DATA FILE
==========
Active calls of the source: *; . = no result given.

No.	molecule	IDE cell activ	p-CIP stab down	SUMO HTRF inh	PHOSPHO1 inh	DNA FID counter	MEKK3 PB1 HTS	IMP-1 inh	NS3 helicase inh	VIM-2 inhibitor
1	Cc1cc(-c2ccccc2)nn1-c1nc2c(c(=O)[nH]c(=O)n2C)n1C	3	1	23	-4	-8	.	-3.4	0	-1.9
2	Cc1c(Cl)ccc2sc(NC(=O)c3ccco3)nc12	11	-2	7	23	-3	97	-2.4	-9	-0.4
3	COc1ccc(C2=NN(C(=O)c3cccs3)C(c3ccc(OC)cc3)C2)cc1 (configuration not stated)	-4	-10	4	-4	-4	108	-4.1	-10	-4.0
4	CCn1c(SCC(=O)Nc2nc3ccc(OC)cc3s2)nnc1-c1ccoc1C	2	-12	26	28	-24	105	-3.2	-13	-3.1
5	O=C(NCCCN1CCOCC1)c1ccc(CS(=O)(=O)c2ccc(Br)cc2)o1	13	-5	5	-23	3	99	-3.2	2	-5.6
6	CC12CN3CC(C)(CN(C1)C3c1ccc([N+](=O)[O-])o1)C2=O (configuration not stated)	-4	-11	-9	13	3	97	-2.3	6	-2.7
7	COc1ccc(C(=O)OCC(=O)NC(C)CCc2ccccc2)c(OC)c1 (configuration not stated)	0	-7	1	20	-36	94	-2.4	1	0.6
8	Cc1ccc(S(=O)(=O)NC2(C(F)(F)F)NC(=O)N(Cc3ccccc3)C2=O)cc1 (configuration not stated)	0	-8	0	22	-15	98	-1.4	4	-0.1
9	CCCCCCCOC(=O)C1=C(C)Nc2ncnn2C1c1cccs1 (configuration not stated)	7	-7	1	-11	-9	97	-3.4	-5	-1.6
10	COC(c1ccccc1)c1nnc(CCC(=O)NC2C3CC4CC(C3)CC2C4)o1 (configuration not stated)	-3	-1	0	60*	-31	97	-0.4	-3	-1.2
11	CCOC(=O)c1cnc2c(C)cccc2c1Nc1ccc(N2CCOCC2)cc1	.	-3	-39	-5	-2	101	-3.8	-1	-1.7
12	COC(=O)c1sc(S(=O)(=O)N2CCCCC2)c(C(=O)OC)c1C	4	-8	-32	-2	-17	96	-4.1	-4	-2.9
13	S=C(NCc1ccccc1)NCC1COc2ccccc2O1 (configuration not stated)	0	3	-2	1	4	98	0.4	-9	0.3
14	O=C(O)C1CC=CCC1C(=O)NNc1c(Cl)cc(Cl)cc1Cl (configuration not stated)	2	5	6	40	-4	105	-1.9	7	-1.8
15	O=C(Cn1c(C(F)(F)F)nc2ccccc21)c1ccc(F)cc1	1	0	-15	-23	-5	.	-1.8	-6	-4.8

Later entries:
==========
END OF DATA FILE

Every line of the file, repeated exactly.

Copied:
Active calls of the source: *; . = no result given.

No.	molecule	IDE cell activ	p-CIP stab down	SUMO HTRF inh	PHOSPHO1 inh	DNA FID counter	MEKK3 PB1 HTS	IMP-1 inh	NS3 helicase inh	VIM-2 inhibitor
1	Cc1cc(-c2ccccc2)nn1-c1nc2c(c(=O)[nH]c(=O)n2C)n1C	3	1	23	-4	-8	.	-3.4	0	-1.9
2	Cc1c(Cl)ccc2sc(NC(=O)c3ccco3)nc12	11	-2	7	23	-3	97	-2.4	-9	-0.4
3	COc1ccc(C2=NN(C(=O)c3cccs3)C(c3ccc(OC)cc3)C2)cc1 (configuration not stated)	-4	-10	4	-4	-4	108	-4.1	-10	-4.0
4	CCn1c(SCC(=O)Nc2nc3ccc(OC)cc3s2)nnc1-c1ccoc1C	2	-12	26	28	-24	105	-3.2	-13	-3.1
5	O=C(NCCCN1CCOCC1)c1ccc(CS(=O)(=O)c2ccc(Br)cc2)o1	13	-5	5	-23	3	99	-3.2	2	-5.6
6	CC12CN3CC(C)(CN(C1)C3c1ccc([N+](=O)[O-])o1)C2=O (configuration not stated)	-4	-11	-9	13	3	97	-2.3	6	-2.7
7	COc1ccc(C(=O)OCC(=O)NC(C)CCc2ccccc2)c(OC)c1 (configuration not stated)	0	-7	1	20	-36	94	-2.4	1	0.6
8	Cc1ccc(S(=O)(=O)NC2(C(F)(F)F)NC(=O)N(Cc3ccccc3)C2=O)cc1 (configuration not stated)	0	-8	0	22	-15	98	-1.4	4	-0.1
9	CCCCCCCOC(=O)C1=C(C)Nc2ncnn2C1c1cccs1 (configuration not stated)	7	-7	1	-11	-9	97	-3.4	-5	-1.6
10	COC(c1ccccc1)c1nnc(CCC(=O)NC2C3CC4CC(C3)CC2C4)o1 (configuration not stated)	-3	-1	0	60*	-31	97	-0.4	-3	-1.2
11	CCOC(=O)c1cnc2c(C)cccc2c1Nc1ccc(N2CCOCC2)cc1	.	-3	-39	-5	-2	101	-3.8	-1	-1.7
12	COC(=O)c1sc(S(=O)(=O)N2CCCCC2)c(C(=O)OC)c1C	4	-8	-32	-2	-17	96	-4.1	-4	-2.9
13	S=C(NCc1ccccc1)NCC1COc2ccccc2O1 (configuration not stated)	0	3	-2	1	4	98	0.4	-9	0.3
14	O=C(O)C1CC=CCC1C(=O)NNc1c(Cl)cc(Cl)cc1Cl (configuration not stated)	2	5	6	40	-4	105	-1.9	7	-1.8
15	O=C(Cn1c(C(F)(F)F)nc2ccccc21)c1ccc(F)cc1	1	0	-15	-23	-5	.	-1.8	-6	-4.8

Later entries: